Londoners are set to benefit the most from the latest two per cent cut, by an average of £608, while those in the northeast will keep an average of £342 more of their pay, equating to less than £1 per day, according to analysis by the IPPR think-tank.

Almost half of the £10.4bn give-away will “end up in the pockets of the richest fifth of households, while a meagre three per cent” will benefit the poorest fifth, the think-tank said.

With the UK in the grips of a technical recession, Britain’s sluggish economy and consequent reduction in predicted tax revenues hit Mr Hunt’s plans.

While the Office for Budget Responsibility said in November that Mr Hunt had £13bn of fiscal headroom, economists believe this may have increased to around £18bn due to recent falls in inflation. But this is less than predicted a few weeks ago when interest rate cuts appeared more imminent.

With recent polling putting their party’s popularity at a 45-year low, the chancellor and prime minister Rishi Sunak had been determined to offer a tax giveaway to the electorate (UK Parliament/Andy Bailey/PA Wire)

Unveiling his plans, the chancellor told MPs “countries with lower taxes generally have higher growth”.

Mr Hunt has previously talked of moving towards a “lower tax economy”, although he has stressed the need to do so in a “responsible” way. He said the Conservatives would aim to abolish national insurance contributions completely over time but did not set out a timeline for doing so.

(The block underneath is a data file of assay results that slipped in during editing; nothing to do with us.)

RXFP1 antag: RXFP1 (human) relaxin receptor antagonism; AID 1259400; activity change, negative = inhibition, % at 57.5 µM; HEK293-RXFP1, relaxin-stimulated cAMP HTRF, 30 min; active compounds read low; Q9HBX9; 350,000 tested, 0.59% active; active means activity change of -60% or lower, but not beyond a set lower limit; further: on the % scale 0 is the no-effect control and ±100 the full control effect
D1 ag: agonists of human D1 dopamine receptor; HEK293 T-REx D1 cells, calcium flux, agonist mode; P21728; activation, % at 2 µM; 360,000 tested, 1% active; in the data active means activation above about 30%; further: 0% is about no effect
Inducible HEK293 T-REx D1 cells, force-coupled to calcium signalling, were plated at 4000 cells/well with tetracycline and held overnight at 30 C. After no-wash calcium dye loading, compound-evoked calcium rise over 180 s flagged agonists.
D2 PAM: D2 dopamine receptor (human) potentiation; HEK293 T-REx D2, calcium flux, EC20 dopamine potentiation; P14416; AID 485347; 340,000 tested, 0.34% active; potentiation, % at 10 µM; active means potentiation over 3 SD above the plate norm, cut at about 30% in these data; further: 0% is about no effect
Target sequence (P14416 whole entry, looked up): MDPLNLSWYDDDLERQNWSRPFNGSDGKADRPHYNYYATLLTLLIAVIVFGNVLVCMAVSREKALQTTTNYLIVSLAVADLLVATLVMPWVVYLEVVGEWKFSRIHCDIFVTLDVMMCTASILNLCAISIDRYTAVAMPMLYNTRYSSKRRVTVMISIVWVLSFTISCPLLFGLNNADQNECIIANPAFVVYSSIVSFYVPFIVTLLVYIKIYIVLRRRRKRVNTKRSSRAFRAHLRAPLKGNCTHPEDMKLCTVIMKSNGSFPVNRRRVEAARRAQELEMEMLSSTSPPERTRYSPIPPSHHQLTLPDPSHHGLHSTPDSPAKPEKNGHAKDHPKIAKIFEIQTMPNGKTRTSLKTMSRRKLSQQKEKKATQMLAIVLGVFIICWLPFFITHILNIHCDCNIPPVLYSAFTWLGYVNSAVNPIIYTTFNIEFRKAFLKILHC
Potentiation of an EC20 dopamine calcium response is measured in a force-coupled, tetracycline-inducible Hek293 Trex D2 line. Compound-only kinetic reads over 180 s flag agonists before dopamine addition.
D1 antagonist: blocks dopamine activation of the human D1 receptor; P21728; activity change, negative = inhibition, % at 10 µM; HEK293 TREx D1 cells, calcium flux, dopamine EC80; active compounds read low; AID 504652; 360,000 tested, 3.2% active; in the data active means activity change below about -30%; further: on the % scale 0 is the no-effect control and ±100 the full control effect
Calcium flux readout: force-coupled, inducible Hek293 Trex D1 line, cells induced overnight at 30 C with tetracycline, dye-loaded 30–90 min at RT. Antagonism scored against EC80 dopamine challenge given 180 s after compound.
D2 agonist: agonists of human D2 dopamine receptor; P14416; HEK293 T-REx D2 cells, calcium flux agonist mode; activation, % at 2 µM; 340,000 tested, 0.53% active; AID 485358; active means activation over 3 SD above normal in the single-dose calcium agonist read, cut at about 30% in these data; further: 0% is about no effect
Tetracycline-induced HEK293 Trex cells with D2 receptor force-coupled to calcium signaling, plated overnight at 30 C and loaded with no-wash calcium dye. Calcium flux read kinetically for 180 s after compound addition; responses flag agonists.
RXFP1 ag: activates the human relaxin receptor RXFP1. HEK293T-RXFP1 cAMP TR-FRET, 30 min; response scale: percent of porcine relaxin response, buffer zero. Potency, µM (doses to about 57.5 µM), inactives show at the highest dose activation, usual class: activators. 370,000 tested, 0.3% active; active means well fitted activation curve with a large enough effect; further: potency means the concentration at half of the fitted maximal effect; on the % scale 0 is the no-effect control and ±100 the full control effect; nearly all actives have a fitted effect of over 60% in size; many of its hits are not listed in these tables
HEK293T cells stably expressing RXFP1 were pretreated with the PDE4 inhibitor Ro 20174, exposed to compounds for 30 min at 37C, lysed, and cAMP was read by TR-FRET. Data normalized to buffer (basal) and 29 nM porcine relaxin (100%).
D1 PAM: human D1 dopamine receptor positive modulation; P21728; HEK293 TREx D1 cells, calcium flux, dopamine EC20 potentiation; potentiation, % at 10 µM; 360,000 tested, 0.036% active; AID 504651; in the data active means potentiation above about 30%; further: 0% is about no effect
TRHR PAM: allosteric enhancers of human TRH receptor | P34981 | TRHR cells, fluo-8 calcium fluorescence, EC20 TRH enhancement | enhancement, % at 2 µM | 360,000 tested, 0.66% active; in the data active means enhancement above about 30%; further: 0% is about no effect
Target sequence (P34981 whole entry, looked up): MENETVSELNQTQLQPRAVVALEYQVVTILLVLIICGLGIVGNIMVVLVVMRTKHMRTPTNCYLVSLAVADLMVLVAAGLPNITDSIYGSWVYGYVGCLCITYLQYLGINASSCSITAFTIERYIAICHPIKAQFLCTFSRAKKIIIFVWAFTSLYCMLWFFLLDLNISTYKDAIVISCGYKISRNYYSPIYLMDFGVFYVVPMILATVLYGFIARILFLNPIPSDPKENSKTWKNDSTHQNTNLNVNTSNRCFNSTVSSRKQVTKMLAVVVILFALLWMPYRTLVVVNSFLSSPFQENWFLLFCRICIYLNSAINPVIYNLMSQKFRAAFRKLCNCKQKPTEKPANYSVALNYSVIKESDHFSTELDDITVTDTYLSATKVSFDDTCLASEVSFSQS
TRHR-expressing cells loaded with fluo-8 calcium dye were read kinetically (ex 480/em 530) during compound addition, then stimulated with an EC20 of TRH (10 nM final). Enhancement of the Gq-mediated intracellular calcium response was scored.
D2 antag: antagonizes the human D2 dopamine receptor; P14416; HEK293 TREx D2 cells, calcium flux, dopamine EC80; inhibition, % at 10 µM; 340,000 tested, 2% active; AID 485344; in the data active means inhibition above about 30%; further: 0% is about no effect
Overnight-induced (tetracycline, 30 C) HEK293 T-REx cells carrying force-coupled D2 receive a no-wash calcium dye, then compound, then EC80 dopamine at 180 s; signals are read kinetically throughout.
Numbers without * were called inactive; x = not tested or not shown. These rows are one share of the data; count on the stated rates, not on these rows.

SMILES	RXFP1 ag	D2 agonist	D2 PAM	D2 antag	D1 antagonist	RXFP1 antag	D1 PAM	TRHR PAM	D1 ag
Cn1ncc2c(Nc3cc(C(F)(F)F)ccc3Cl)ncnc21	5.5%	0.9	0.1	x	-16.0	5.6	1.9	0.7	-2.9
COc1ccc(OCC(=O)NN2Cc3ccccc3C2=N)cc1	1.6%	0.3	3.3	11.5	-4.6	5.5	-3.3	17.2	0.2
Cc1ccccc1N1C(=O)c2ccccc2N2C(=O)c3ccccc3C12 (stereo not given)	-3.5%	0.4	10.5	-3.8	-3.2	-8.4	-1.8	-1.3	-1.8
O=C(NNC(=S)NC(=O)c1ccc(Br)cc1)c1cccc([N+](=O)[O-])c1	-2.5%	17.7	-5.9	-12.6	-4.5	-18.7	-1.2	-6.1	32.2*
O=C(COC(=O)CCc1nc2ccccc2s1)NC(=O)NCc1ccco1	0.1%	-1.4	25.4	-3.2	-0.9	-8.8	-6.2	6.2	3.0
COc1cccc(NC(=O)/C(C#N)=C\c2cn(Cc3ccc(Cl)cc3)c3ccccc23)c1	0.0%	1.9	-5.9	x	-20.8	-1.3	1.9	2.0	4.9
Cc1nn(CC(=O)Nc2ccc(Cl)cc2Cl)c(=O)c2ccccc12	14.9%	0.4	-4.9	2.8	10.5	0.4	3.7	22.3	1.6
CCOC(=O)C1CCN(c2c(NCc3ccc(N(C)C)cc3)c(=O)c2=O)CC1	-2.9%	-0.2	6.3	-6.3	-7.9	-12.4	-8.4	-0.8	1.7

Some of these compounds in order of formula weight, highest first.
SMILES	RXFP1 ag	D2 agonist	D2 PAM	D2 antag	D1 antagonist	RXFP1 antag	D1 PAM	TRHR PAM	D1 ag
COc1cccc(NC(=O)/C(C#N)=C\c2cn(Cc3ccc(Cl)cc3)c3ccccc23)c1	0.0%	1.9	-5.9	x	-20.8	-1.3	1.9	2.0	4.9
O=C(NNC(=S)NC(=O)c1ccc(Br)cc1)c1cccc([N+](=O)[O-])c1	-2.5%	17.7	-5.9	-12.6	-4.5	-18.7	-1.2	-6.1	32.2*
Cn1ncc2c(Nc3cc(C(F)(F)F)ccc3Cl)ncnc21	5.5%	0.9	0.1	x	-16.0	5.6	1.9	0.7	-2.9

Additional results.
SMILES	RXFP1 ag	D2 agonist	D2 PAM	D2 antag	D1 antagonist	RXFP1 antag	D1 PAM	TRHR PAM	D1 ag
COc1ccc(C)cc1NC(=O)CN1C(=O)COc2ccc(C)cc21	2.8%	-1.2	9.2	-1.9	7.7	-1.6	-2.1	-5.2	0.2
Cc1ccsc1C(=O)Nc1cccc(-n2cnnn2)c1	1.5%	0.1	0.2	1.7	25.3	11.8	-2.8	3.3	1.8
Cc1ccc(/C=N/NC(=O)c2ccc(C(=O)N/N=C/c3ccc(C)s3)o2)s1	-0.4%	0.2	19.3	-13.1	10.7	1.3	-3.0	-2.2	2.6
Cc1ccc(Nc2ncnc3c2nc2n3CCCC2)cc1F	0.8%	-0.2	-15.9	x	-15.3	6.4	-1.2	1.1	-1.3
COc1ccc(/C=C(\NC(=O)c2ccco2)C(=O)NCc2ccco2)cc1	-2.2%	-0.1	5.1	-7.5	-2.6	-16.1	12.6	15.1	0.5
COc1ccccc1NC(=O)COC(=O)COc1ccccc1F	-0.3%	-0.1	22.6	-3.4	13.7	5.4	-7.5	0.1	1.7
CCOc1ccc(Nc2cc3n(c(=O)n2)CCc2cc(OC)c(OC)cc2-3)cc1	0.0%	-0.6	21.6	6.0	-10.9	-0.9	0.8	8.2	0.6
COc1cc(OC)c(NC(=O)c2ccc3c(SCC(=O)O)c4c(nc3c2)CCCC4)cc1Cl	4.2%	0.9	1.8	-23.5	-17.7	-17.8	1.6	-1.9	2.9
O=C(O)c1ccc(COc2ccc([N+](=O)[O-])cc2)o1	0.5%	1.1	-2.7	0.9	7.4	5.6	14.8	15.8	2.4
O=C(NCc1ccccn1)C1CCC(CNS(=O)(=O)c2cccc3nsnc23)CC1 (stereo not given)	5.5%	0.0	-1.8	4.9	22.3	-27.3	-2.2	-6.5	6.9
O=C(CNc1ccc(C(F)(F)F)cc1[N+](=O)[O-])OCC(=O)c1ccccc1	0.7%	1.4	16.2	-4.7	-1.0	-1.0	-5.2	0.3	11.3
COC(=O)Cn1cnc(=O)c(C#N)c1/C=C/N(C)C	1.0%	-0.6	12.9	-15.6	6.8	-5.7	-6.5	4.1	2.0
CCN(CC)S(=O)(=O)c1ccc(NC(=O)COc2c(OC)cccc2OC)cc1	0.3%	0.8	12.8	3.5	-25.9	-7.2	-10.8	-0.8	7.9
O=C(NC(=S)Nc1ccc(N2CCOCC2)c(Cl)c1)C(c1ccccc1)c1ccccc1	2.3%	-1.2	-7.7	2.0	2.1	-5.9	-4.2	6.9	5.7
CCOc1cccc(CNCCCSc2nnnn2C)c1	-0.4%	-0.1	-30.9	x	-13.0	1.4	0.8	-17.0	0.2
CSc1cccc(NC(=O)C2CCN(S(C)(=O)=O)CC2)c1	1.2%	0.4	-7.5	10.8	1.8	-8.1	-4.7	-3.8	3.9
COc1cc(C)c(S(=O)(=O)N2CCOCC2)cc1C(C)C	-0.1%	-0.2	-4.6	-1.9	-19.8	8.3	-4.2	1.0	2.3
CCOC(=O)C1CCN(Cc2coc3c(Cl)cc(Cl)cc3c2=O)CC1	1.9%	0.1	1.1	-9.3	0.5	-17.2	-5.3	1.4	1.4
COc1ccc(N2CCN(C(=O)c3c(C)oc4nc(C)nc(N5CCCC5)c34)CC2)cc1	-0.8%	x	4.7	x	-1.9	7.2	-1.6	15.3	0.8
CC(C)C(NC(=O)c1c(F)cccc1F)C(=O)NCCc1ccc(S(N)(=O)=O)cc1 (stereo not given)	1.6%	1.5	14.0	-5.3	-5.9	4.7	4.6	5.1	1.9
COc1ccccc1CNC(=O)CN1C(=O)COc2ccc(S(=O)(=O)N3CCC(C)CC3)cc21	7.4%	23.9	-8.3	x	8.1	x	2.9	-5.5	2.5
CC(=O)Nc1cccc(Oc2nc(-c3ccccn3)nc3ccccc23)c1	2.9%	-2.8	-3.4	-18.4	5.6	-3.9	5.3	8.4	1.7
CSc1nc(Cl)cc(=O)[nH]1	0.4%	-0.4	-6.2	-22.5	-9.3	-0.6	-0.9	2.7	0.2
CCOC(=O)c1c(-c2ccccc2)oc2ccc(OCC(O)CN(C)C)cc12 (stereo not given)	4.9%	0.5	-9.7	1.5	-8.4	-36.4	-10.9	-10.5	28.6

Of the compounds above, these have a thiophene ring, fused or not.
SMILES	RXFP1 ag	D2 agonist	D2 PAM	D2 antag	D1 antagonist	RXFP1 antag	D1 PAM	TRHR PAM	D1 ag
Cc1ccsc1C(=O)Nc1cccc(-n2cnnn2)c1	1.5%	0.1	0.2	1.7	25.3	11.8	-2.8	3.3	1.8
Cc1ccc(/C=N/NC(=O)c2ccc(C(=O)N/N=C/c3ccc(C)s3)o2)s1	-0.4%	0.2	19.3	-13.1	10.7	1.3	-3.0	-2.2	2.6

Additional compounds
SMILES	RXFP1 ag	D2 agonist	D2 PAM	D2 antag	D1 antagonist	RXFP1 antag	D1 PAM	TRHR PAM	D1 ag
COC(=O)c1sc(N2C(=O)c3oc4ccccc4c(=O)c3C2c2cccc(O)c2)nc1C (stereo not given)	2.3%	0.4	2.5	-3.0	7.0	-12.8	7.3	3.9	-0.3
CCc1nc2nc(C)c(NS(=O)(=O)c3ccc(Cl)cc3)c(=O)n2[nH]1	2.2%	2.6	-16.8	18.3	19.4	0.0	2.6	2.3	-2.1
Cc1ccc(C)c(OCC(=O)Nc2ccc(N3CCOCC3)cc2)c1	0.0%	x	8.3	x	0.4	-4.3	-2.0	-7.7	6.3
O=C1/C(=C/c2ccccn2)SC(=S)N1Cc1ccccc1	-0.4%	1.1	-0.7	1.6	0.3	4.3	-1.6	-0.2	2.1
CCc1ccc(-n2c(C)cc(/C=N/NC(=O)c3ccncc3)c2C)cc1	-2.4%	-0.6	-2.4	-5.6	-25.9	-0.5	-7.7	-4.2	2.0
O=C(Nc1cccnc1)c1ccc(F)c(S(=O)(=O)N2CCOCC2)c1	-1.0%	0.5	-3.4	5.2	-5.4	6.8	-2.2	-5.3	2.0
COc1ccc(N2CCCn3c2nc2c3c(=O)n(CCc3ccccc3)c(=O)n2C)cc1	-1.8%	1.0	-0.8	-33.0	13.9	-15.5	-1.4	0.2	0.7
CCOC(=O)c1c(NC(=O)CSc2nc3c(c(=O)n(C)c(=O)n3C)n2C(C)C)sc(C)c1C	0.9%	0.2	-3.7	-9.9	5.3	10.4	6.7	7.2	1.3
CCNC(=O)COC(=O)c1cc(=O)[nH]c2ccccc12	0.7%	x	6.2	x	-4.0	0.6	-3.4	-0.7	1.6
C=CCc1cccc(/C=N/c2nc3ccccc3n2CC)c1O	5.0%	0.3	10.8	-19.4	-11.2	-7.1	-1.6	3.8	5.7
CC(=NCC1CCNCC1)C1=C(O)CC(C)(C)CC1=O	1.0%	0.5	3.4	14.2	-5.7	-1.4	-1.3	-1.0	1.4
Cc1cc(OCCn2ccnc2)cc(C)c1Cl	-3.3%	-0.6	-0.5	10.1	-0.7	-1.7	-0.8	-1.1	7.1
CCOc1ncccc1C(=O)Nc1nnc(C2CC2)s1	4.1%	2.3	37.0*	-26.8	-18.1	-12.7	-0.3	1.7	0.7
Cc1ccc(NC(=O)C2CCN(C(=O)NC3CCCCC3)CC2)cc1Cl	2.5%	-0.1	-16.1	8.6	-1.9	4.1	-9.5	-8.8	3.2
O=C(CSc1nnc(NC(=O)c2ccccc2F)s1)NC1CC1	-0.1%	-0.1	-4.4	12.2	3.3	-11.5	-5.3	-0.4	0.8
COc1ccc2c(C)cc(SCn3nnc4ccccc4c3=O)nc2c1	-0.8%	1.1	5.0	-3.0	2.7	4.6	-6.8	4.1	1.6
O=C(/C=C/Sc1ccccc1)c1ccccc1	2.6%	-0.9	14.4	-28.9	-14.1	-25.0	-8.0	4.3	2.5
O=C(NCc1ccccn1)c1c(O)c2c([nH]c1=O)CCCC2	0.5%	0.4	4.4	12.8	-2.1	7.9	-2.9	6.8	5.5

Tom Pollard, of the New Economics Foundation think-tank, warned that cutting national insurance would benefit high earners the most “while doing nothing for those really struggling to make ends meet”, and calculated that investing the same money in Universal Credit benefits “could lift 384,000 people out of poverty”.

Labour welcomed the cut but suggested Mr Sunak had broken a promise to cut income tax.

In his response, party leader Sir Keir Starmer described the Budget as a “Tory con” and accused the chancellor of giving with “one hand” and taking “even more with” the other.

Labour leader Sir Keir Starmer responds to the Budget (Parliament TV)

He told the Commons: “The story of this parliament is devastatingly simple: a Conservative Party stubbornly clinging to the failed ideas of the past, completely unable to generate the growth working people need, and forced by that failure to ask them to pay more and more, for less and less.

“And as the desperation grows they torch not only their reputation for fiscal responsibility but any notion that they can serve the county, not themselves.

“Party first, country second while working people pay the price.”

He went on to accuse the Tories of losing control of the economy and making “working people pay” with the tax burden to remain at a record high.

“They should be under no illusion,” he said. “That record is how the British people will judge today’s cuts, because the whole country can see exactly what is happening here.”

According to an Office for Budget Responsibility forecast published on Wednesday, there will be 2.7m more higher-rate taxpayers and 600,000 more additional rate taxpayers by 2028-29 as a result of ‘fiscal drag’.